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Burman gearbox cleaning

Tom Gaynor

Well Known and Active Forum Website User
VOC Member
So far I've taken the outer cover off, and removed about 2 lb of grease. Aberdeen has limited landfill capacity, so I'm reluctant to enter the main chamber...
Has anyone found a method of removing the stuff other than with a shovel? It isn't so much the removal of grease in bulk, with disposable gloves that is relatively painless, but the cleaning of the parts revealed for inspection. Diesel? Or is there some miraculous aerosol, possibly called Acme Greazaway, that turns it into something useful? Or at least readily disposable?
(I spent yesterday checking over the Norton boxes I had - turned out to be four, to my surprise. The Burman has a far better spread of road ratios than any of them. Granted two are Manx boxes (same ratios as an RRT2, memorably described as having a high first gear and three tops) but the Norton road box would give speeds through the gears of 30, 50, 85, and 90 mph. So not exactly close ratio then...)
 

Tom Gaynor

Well Known and Active Forum Website User
VOC Member
Soon after I read these I realised that I'd bought a hot air gun from Lidl for £9.99. "Hot" rather understates the case, it'll lift paint nae bother. And, it transpires, it'll melt grease into a rather more runny substance. Very good for all the finicky gear selection bits, and no danger of setting it all on fire!
Despite my dislike of the substance, I can't argue with its efficacy: the gearbox is like new inside. I may reconsider my plan to change to oil. I've been told that agricultural dealers sell a product called "pourable grease" intended for farm machinery gearboxes, which has the viscosity of an oil/grease mix, but doesn't separate, and this is perfect for Burman boxes. And it is cheap as chips.
 

Hugo Myatt

Well Known and Active Forum Website User
VOC Member
Burman box

Tom,

I wonder what other people have experienced? I ran a Burman box with a thick, heavy and very dark grease of unknown origin, which I only discovered later when I pulled it apart. The layshaft bush ran dry and seized. I then had that box and another one modified by a very good engineer (No blame on him. He did a great job) with oil seals on the kickstart shaft, gear change shaft and I think the final output shaft. One box was fitted to the bike and then filled with oil only. The next morning half the oil was on the garage floor. I refilled it and rode a couple of miles and so doing covered the back of the bike in oil. Since then I have filled it with Castrol Spheerol semi fluid grease which seems to seal the box but is liquid where it matters. I admit to putting an egg cup full of oil in occasionally but this seems to leak out straight away. Anyway I have had no further troubles. Your 'pourable grease' sounds interesting.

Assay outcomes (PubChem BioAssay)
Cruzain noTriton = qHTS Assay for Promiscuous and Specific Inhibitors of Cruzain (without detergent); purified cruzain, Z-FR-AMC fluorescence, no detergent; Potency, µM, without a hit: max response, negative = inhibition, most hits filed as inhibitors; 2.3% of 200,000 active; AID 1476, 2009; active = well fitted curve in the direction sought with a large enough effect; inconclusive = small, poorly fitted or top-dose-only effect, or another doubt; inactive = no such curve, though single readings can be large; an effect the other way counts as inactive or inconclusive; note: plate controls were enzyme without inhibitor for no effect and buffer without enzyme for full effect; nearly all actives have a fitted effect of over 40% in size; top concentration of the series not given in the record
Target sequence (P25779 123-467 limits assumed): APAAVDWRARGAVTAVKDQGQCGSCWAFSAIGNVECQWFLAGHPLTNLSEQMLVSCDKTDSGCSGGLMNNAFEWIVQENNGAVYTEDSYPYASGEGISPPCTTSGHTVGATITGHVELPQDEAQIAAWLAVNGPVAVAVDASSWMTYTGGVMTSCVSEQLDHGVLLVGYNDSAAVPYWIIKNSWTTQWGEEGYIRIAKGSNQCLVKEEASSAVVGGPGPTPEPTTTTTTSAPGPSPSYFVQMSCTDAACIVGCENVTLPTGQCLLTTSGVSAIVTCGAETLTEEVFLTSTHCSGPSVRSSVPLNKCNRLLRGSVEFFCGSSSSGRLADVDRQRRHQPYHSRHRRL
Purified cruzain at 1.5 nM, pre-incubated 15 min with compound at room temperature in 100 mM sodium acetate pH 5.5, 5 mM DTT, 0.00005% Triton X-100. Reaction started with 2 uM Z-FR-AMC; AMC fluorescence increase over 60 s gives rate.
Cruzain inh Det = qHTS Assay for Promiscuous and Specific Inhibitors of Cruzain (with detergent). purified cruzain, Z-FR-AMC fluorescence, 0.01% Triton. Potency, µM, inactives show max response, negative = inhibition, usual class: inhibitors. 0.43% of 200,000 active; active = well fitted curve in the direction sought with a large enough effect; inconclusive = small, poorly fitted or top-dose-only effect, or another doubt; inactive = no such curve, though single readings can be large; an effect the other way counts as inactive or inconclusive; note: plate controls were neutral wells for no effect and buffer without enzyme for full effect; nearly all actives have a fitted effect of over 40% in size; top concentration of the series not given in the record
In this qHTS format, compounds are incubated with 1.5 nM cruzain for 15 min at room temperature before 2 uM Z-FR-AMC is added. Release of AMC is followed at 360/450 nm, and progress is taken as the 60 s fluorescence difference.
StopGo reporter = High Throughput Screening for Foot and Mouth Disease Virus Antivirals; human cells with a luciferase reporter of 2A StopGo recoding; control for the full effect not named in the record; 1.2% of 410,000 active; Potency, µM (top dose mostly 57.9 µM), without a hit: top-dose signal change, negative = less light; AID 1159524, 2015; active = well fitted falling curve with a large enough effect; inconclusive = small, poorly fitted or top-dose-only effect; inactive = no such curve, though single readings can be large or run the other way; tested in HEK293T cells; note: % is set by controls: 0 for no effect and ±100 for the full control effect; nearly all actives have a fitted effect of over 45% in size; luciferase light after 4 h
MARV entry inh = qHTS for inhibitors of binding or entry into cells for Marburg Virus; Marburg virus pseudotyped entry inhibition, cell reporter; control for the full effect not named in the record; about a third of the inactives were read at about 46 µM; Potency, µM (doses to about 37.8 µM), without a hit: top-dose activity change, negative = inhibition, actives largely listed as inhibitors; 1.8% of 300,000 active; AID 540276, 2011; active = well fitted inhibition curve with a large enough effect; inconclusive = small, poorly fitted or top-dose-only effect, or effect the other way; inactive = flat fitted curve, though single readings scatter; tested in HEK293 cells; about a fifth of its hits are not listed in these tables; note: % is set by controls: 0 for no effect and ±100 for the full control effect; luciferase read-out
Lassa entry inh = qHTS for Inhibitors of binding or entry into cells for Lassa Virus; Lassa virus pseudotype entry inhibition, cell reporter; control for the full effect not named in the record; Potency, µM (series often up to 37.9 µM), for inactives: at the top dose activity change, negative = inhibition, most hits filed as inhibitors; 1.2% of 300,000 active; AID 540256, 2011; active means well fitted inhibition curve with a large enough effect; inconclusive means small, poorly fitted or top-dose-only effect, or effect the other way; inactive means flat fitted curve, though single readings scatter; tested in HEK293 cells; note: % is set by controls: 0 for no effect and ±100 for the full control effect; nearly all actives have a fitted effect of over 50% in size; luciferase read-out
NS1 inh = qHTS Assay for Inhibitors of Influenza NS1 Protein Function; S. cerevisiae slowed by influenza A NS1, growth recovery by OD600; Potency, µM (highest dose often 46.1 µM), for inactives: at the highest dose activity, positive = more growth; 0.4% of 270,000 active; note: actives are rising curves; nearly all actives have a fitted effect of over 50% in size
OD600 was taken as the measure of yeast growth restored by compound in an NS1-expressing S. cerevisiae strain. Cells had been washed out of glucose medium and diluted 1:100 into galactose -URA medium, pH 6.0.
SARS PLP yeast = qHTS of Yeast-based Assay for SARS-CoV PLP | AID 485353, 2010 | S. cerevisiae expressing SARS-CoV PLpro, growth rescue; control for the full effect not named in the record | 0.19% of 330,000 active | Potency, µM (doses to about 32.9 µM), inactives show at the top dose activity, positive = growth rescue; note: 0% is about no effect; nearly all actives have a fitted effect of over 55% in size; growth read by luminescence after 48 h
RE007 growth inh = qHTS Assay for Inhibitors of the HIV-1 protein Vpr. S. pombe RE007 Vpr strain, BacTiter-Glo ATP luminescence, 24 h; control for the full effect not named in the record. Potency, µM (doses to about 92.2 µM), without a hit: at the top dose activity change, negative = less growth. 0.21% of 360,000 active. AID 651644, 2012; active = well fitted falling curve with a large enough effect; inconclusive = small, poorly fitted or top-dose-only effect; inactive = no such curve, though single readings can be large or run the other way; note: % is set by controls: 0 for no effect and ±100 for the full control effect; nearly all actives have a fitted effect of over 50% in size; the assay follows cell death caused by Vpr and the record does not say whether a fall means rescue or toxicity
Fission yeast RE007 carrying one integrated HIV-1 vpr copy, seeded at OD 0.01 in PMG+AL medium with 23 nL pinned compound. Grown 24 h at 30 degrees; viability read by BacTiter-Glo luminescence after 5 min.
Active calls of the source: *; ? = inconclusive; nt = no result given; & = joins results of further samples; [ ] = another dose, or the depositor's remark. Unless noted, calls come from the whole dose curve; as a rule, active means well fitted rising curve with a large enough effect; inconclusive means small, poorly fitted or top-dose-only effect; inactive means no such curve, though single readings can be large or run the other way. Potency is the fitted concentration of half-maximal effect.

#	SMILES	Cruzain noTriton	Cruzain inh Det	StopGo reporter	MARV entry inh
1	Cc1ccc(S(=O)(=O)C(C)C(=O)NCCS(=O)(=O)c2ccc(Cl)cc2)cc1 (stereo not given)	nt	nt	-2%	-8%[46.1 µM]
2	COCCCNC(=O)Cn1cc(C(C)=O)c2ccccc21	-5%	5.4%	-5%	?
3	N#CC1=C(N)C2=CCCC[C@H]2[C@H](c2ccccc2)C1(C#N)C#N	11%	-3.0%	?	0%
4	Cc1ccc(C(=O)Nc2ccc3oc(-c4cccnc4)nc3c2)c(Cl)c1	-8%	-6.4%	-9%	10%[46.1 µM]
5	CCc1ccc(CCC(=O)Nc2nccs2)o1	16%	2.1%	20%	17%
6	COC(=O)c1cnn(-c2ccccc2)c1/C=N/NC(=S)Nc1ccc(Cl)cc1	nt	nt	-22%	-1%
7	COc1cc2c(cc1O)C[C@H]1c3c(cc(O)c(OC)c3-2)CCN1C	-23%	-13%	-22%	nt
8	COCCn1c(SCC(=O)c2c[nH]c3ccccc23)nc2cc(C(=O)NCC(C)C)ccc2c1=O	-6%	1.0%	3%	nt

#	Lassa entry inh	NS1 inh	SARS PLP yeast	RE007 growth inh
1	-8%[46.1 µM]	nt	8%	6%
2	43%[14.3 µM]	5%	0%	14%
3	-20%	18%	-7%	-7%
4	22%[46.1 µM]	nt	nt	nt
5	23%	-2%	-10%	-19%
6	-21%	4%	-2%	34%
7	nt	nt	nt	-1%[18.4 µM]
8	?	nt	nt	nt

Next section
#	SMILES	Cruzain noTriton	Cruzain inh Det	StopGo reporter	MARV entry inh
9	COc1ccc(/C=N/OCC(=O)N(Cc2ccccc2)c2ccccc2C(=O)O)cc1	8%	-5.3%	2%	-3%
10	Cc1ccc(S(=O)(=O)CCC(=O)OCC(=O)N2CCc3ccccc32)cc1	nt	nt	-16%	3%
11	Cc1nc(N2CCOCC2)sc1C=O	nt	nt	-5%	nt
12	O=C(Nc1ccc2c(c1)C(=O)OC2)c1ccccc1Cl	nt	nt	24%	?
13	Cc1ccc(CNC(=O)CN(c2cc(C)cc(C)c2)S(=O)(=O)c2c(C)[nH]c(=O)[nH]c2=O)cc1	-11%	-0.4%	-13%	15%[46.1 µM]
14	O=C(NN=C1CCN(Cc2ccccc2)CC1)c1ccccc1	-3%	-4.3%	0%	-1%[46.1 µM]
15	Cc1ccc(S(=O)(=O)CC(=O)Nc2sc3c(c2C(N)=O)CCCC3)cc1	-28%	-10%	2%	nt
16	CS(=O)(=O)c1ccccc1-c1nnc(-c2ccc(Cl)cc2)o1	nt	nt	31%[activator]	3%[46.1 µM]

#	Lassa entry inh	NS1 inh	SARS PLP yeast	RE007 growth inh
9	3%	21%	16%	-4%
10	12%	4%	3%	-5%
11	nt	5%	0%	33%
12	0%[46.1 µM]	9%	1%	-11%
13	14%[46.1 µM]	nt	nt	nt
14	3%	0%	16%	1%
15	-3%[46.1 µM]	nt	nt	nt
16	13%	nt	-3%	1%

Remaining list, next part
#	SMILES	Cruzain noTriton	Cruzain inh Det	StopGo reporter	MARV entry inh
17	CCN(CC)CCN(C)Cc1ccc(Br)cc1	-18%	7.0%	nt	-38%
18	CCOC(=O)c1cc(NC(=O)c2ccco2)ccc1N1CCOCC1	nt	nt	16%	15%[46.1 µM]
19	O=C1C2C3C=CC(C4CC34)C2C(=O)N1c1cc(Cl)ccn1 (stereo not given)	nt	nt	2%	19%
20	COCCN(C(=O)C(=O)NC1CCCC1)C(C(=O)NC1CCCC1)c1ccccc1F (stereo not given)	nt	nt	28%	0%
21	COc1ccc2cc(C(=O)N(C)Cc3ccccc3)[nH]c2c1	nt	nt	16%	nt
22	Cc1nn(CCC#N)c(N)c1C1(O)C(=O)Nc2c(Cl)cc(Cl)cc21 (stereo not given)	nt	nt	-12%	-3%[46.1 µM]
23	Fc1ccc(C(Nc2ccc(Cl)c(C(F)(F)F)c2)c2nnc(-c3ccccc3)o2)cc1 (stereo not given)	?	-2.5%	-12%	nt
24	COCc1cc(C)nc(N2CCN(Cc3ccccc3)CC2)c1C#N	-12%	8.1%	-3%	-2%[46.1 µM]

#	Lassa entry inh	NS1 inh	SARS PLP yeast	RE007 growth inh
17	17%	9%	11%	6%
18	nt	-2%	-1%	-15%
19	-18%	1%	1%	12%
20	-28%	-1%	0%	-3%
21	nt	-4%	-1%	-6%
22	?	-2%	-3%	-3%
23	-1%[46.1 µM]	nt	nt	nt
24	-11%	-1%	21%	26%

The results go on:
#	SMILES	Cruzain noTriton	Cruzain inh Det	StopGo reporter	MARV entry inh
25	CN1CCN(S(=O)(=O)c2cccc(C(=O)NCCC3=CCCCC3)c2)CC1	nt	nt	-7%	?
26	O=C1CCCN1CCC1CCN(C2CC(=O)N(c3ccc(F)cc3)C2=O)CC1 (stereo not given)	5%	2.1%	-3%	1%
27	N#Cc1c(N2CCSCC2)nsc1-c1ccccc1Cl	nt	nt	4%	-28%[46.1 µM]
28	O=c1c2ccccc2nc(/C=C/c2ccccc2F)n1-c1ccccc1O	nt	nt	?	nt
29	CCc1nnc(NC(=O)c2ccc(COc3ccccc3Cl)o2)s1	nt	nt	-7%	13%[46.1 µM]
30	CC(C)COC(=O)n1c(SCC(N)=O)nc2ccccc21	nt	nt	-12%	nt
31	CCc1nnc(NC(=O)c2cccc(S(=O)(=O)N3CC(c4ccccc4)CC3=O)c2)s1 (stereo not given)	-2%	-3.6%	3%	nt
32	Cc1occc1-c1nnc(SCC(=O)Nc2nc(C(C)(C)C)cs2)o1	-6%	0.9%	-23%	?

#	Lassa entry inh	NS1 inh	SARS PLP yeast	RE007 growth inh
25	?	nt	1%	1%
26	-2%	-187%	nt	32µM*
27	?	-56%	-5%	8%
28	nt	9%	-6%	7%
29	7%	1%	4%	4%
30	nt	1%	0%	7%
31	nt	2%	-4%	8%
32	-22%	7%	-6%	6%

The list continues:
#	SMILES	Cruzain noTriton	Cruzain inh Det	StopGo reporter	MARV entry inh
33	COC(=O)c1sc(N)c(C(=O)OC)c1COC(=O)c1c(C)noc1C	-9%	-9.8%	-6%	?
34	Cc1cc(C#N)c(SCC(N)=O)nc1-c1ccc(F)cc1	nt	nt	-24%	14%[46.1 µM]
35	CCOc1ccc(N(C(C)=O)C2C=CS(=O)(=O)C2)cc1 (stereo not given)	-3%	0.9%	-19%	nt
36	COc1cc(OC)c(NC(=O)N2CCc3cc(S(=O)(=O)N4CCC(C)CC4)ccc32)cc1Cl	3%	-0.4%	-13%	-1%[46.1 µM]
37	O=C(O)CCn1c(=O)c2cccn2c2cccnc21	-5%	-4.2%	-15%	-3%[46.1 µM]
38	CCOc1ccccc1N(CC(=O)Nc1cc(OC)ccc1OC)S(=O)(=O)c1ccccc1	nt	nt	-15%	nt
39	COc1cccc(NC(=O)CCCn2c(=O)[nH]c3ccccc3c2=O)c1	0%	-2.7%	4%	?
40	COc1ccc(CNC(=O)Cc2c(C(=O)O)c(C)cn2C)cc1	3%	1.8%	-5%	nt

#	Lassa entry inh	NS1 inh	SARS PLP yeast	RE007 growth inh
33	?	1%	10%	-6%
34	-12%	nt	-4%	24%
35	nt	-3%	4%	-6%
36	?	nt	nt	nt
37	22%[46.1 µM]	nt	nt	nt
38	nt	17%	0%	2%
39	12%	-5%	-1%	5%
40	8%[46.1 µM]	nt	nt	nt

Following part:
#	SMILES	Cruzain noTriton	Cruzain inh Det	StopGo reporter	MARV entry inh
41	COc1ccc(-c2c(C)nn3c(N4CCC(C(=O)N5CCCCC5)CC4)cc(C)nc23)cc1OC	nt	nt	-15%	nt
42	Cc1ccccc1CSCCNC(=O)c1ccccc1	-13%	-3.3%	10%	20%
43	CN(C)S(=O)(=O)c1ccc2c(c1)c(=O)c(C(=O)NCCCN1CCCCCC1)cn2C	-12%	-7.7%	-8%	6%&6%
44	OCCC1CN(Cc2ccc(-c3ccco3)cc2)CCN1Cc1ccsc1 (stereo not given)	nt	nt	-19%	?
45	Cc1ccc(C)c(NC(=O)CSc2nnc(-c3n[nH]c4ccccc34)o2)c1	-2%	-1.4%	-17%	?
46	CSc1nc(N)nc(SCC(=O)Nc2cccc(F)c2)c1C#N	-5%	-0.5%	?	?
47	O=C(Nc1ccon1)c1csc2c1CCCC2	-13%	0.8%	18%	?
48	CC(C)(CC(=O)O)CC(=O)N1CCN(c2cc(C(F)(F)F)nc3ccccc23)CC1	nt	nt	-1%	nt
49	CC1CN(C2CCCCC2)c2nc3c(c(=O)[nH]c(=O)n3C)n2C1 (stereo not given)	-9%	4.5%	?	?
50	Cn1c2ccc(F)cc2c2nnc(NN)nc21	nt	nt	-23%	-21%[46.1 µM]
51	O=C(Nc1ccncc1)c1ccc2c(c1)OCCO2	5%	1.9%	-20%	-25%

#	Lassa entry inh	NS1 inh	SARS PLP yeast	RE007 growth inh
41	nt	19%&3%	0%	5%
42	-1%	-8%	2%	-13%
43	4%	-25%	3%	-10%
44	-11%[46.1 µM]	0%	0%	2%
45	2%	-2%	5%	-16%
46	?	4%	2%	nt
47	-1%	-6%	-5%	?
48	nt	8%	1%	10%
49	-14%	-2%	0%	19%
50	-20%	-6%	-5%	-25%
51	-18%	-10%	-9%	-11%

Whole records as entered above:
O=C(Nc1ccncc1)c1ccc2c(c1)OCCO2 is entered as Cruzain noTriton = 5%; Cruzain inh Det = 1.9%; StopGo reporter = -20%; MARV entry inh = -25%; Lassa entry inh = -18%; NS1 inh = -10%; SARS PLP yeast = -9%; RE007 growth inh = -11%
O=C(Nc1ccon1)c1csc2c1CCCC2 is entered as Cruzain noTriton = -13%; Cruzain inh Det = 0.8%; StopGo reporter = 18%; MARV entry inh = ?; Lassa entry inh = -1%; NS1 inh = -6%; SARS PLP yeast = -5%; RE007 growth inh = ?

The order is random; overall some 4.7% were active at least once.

Last edited:

clevtrev

Well Known and Active Forum Website User
VOC Member
Tom,

I wonder what other people have experienced? I ran a Burman box with a thick, heavy and very dark grease of unknown origin, which I only discovered later when I pulled it apart. The layshaft bush ran dry and seized. I then had that box and another one modified by a very good engineer (No blame on him. He did a great job) with oil seals on the kickstart shaft, gear change shaft and I think the final output shaft. One box was fitted to the bike and then filled with oil only. The next morning half the oil was on the garage floor. I refilled it and rode a couple of miles and so doing covered the back of the bike in oil. Since then I have filled it with Castrol Spheerol semi fluid grease which seems to seal the box but is liquid where it matters. I admit to putting an egg cup full of oil in occasionally but this seems to leak out straight away. Anyway I have had no further troubles. Your 'pourable grease' sounds interesting.

Well, Spheerol is what Burman reccommended.
 

John Appleton

Well Known and Active Forum Website User
VOC Member
Tom and Hugo, Pete and I have used "pourable grease" in the Burman boxes, on three different Comets, for the last 8 years and have experienced no problems whatsoever. What I have found, with modern greases, is that it virtually impossible to mix them with oil and I get bored with stirring the mess long before the mix approaches the viscosity of pouring grease straight out of the bucket.
 
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